The gun retains about 70%+ of its original blued finish, averaged overall. The .44 caliber, 8” round barrel retains most of its original blue, which has thinned significantly but still covers most of the barrel. In addition to thinning, the blue does show some scattered minor scuffs and mars and some very lightly scattered flecks of surface oxidation. The frame retains the majority of its original bright blued finish, with most of the loss due to flaking which is the reason that most Starr revolvers show significant finish loss. The cylinder retains only some scattered traces of its original bright blue, again the apparent victim of flaking. The exposed metal has developed and attractive smoothly oxidized brown patina. This same smooth oxidation is present on the frame of the revolver where the finish has flaked. The hammer retains about 60%+ of its case coloring, much of which is still vibrant, with areas of fading and loss resulting in some muted coloration. The loading lever retains about 30% of its original case coloring, with the rear portion near the pivot retaining some traces of the vibrant color, with the balance of the lever faded to a smoky and mottled blue-gray patina. The metal of the gun is mostly smooth and free of any significant pitting but does show some scattered patches of very minor freckled surface oxidation as noted above and some minute areas of lightly scattered minor pinpricking. The gun remains in excellent mechanical condition and times, indexes and locks up perfectly. The cylinder retains all of its original cones (nipples) and they are very fine, crisp condition with no breaks or cracks. The bore is about EXCELLENT condition as well. It is nearly all mirror bright with crisp rifling present and shows only some light frosting in the grooves. The Colt style loading lever and catch work as they should, and the gun breaks down easily with the removal of the hinge locking screw at the upper rear of the righthand side of the frame. The one-piece walnut grip is in VERY FINE to NEAR EXCELLENT condition as well. There is a tiny chip missing on the lower obverse edge behind the cartouche, as well as a few scattered minor handling marks, bumps and dings. Otherwise, the grip is solid, is free of any breaks, cracks or repairs and has never been sanded. As noted, the grip retains two excellent cartouches on the sides and crisp sub-inspection marks on the butt.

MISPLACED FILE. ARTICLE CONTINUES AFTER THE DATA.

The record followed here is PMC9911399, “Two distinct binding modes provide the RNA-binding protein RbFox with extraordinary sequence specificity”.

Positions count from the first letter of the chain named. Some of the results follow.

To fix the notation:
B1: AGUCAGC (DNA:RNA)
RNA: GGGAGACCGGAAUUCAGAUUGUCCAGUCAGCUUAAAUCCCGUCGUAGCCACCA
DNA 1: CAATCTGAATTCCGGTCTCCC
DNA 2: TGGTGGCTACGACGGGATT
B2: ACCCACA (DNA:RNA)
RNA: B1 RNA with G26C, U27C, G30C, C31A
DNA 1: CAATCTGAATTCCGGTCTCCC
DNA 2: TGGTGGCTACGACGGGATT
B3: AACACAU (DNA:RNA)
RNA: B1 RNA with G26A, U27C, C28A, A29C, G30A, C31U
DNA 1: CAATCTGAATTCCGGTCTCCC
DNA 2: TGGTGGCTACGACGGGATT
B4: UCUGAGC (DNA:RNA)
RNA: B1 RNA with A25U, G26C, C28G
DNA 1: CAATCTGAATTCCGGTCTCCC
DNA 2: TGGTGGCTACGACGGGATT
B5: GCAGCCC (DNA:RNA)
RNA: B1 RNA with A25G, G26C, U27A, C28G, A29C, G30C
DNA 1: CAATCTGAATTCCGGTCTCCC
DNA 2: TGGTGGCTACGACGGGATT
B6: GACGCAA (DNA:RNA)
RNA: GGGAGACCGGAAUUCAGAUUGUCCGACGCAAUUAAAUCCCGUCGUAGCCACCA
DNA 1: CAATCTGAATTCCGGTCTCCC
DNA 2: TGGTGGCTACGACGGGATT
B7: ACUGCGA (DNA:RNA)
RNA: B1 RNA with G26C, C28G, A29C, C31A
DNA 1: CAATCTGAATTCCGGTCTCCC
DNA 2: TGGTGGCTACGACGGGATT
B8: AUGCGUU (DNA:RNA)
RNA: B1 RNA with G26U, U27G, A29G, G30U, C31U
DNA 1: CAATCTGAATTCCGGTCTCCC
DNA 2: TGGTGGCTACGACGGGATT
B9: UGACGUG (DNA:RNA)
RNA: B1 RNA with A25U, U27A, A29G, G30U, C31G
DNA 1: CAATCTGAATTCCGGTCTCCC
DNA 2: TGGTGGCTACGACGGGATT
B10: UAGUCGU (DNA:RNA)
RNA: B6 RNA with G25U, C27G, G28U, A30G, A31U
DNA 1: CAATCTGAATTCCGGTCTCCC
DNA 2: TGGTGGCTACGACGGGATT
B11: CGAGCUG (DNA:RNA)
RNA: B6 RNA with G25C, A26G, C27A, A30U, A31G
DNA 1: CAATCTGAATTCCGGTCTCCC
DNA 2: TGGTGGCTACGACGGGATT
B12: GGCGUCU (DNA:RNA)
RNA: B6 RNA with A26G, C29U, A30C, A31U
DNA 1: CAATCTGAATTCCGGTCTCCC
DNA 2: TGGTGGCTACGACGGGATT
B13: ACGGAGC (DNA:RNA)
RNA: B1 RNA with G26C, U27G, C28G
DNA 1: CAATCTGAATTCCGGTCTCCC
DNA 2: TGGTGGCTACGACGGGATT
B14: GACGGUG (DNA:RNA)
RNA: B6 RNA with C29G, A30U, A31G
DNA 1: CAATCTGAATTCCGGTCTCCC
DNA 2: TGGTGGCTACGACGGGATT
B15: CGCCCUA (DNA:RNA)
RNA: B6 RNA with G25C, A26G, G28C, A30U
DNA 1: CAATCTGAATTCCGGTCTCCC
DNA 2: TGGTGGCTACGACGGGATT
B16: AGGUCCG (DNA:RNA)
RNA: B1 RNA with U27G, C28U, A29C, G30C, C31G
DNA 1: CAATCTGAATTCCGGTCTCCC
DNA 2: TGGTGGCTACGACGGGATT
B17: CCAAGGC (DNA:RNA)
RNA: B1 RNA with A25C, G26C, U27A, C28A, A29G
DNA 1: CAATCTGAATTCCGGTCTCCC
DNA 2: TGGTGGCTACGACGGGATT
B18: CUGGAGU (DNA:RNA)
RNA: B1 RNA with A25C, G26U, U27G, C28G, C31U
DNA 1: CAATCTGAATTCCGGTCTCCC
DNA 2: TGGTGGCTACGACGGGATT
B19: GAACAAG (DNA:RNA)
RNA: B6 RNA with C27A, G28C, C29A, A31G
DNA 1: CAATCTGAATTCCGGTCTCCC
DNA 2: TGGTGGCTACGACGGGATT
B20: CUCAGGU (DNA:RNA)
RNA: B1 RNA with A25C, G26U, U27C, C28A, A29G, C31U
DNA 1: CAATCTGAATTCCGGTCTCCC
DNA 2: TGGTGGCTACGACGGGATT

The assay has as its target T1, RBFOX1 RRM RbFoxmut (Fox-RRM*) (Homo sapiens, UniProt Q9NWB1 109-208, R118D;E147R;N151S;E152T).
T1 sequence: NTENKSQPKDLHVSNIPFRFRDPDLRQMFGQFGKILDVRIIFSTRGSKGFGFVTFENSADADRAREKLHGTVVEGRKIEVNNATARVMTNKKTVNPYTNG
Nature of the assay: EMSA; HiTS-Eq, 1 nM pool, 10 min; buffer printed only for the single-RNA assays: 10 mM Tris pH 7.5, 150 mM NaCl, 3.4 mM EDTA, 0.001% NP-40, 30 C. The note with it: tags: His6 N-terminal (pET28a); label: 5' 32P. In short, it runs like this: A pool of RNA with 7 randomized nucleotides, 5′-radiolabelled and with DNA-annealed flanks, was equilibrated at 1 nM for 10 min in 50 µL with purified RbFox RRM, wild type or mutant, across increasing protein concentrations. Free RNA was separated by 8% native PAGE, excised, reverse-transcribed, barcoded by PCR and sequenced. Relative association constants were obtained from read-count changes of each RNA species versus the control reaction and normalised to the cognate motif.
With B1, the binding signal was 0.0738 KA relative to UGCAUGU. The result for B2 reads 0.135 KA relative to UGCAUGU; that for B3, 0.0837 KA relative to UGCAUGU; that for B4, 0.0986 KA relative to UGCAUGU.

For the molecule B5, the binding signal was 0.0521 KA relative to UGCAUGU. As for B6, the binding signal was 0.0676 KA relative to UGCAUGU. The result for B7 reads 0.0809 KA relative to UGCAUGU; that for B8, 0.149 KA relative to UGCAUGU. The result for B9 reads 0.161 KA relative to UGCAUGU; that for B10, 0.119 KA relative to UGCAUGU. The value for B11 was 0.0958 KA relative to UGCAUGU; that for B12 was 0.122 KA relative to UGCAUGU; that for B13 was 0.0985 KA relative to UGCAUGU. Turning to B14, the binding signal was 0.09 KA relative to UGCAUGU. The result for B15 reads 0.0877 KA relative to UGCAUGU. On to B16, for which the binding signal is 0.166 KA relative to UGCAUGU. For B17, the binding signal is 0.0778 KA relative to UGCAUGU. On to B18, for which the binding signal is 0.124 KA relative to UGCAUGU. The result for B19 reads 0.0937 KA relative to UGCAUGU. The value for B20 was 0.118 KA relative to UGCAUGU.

Overall this is a really fabulous condition example of the Starr Model 1863 Single Action Army Revolver. The gun shows some real-world use but has clearly been extremely well cared for and never abused during its service life. While high condition M1858 Starr double action revolvers are relatively common, the single action M1863s saw more service (both during the war and as post war surplus) and are difficult to find with any level of finish on them. This is particularly true of Starr revolvers which are well known for their finishes flaking off, even with limited carry and use. The Starr M1863 was the third most used handgun issued to the US cavalry during the war, and no display of Civil War era martial revolvers or cavalry arms is complete without one. This is a really fantastic, very crisp example that any serious collector would be proud to own and display.